UK supermarket Iceland’s Christmas campaign has been banned from television broadcasts after having been deemed to be in breach of political advertising rules.
Iceland’s Christmas advert has been banned fro television for being “too political.”— The Daily Politik (@DailyPolitik) 10 ноября 2018 г.
This advert by Iceland supermarket was made with Emma Thompson and Greenpeace.
The ad watchdog has decided the ad breaks rules banning political advertising
What do you think? #IcelandAdvert pic.twitter.com/hTyqB1oPuG
On the threshold of the winter festive season, the supermarket reached a deal with Greenpeace and famed actress Emma Thompson, who voiced an animated short film to raise awareness about palm oil growers’ destructive influence on rainforests, including those in Malaysia, which has been suffering from massive habitat loss and thereby threatening the existence of orangutans.
Earlier this year, Iceland became the first major British supermarket to vow to sell its own brand of foods free from palm oil, citing the supermarket not being against the oil itself, but the deforestation that its mass production inevitably entails, according to the son of Iceland’s founder, Richard Walker, who has been championing the discount supermarket’s switch to eco-friendly goods.
“We think this is a huge story that needs to be told. We always knew there was a risk [the clip would not be cleared for TV] but we gave it our best shot,” Richard said.
The supermarket’s management underscored that they had received official permission to “use it and take off the Greenpeace logo and use it as the Iceland Christmas ad,” stressing that “it was so emotional”.
The ad was virtually blocked by Clearcast, the watchdog responsible for approving or, conversely, rejecting ads before they are aired to the public, due to being “directed towards a political end”. The body essentially said that since the commercial had to do with the Greenpeace movement, it didn’t comply with the rules of the 2003 Communications Act, barring political advertising. However, few on the Internet could grasp the ‘political’ context behind the move, expressing certainty there was no reason why it should be rejected, especially in light of the good cause it advertised.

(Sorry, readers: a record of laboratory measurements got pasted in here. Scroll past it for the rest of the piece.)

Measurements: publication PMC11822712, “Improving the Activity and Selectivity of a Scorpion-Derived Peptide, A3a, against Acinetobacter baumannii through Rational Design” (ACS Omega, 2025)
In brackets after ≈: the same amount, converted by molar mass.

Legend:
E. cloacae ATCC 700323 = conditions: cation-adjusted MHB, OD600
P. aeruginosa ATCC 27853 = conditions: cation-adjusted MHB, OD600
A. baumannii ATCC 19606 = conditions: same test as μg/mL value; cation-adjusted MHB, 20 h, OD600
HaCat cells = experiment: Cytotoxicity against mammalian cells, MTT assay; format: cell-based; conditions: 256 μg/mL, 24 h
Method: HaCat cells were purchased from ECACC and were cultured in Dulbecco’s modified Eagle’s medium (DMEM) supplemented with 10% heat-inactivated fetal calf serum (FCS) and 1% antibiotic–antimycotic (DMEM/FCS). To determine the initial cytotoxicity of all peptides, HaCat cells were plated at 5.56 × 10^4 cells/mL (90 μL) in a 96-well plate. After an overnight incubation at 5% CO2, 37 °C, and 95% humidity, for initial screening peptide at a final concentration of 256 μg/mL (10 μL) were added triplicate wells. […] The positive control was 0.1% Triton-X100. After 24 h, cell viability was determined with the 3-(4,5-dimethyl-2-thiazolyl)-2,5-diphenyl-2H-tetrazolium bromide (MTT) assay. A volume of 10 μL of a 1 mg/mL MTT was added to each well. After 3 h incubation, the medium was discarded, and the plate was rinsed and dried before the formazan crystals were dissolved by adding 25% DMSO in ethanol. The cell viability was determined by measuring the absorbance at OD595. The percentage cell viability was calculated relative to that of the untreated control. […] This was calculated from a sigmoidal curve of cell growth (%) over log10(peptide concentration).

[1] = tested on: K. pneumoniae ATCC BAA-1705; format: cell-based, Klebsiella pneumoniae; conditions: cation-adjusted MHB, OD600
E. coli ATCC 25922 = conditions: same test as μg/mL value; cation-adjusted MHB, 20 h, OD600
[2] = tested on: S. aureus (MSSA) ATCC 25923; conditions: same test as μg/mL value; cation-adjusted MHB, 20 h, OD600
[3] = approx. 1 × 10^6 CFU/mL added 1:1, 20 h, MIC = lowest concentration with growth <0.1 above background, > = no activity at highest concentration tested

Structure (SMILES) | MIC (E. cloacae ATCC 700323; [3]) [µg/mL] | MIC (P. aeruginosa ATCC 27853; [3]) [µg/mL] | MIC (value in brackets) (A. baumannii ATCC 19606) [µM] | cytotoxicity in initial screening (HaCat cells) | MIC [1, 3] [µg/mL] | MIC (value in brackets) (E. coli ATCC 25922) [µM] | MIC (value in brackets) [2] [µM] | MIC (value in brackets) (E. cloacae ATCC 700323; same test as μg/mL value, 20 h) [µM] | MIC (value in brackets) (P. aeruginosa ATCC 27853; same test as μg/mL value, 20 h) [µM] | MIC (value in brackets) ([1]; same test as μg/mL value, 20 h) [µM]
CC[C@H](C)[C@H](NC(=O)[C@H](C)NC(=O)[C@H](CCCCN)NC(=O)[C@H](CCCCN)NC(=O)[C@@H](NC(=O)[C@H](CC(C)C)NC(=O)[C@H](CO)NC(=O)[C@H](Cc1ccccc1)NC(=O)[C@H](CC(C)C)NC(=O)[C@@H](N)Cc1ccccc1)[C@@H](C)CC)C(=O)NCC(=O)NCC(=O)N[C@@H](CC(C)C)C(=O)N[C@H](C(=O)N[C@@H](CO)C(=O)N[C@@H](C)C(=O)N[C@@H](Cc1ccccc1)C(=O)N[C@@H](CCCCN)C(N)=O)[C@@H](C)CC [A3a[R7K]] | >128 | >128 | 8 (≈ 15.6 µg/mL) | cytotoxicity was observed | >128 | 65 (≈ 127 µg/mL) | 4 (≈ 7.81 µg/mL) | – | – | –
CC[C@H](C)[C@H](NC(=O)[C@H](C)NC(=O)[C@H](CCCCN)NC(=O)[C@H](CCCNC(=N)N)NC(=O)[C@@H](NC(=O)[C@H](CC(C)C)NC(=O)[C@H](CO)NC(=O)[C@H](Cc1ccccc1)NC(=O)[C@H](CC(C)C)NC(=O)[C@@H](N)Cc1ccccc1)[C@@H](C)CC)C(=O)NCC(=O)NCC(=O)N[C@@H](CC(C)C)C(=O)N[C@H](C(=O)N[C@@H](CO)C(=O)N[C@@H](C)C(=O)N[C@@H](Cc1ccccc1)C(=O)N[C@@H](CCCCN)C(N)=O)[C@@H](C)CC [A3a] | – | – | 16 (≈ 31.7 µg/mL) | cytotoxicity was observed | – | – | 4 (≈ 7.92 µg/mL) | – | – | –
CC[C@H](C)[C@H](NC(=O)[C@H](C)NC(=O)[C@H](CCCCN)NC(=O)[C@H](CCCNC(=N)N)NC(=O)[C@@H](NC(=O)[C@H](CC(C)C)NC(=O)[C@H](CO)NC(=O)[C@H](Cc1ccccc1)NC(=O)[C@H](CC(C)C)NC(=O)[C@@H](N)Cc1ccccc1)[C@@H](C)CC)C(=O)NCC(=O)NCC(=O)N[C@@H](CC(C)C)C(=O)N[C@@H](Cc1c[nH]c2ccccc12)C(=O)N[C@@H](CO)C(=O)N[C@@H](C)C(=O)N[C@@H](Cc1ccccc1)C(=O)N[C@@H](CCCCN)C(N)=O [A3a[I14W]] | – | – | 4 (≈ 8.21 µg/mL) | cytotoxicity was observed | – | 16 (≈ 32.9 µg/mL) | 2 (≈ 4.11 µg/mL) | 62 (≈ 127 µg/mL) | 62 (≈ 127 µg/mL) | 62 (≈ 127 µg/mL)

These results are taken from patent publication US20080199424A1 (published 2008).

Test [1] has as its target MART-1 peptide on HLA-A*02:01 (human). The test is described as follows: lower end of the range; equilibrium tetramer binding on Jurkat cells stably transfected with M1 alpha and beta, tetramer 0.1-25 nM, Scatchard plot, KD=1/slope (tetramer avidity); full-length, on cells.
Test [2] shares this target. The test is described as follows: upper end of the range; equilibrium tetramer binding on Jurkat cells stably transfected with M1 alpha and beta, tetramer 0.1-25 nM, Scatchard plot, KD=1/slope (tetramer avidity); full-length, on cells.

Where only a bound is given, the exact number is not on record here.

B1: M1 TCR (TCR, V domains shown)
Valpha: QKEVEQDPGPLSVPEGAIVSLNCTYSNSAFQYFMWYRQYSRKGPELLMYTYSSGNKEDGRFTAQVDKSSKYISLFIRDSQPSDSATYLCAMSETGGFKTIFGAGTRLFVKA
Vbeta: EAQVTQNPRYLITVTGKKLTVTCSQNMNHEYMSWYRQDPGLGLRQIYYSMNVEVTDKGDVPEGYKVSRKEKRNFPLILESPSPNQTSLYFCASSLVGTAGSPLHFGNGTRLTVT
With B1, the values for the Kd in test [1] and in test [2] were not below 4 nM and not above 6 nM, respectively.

So it's OK for almost all TV ads ever to help fuel biodiversity loss and #climatebreakdown by pushing endless consumerism, but as soon as an ad calls this out, it's deemed political? https://t.co/qFkkQvYJOT— Friends of the Earth 🌍 (@friends_earth) 9 ноября 2018 г.
“Buying products without palm oil to save forests is a consumer preference issue, not a political one,” one user stated resolutely.
Why was it banned?— Richie Hayes (@RichieHayes2) 9 ноября 2018 г.
It's a very relevant add. Planting the seed to the next generation on saving our planet.— Sharon White (@MrsSharonWhite) 9 ноября 2018 г.
It's a lovely ad and it's a very important message also. I can't believe it's been banned— Mark O'Mahony (@mark_omahony1) 9 ноября 2018 г.
Some stressed this is the type of ad that should be widely promoted:
This is the type of ad we need to see more of— Mary Kingston (@kinoshea) 10 ноября 2018 г.
Shouldn't be banned. It's the facts that people need to see.— Roy (@76roy76) 10 ноября 2018 г.
I think it's a brilliant ad, my only hope is that going viral will give it even more coverage. World gone mad— Andi (@grumpycorkchef) 9 ноября 2018 г.
With this in mind, many opted to repost the clip from the original ad to convey the message from it to the broader public, and calling for others to join efforts:
It's a fantastic ad and so great to see it highlighted. I hope it continues to stay viral and people realise the damage they probably don't even know they are doing to these wonderful animal by using products with palm oil in it. pic.twitter.com/KneyLttpRE— Mia Cummins (@dhv938d) 10 ноября 2018 г.
Some said that while they had few incentives to visit the said supermarket before, this time they would certainly do so:
Iceland is gonna be my go to supermarket from now on💕— Dahabo🇸🇴 (@official_dahabo) 10 ноября 2018 г.
The banning of this advert on “political” grounds shows how far the establishment will go to prop up the corporate entities which are rooted in the palm oil industry. There is now a petition on https://t.co/Zt16ghlCt0 to get this ban lifted…. https://t.co/8hlOG77M0b— John Rodge #PCPEU #GTTO (@Gtr910) 9 ноября 2018 г.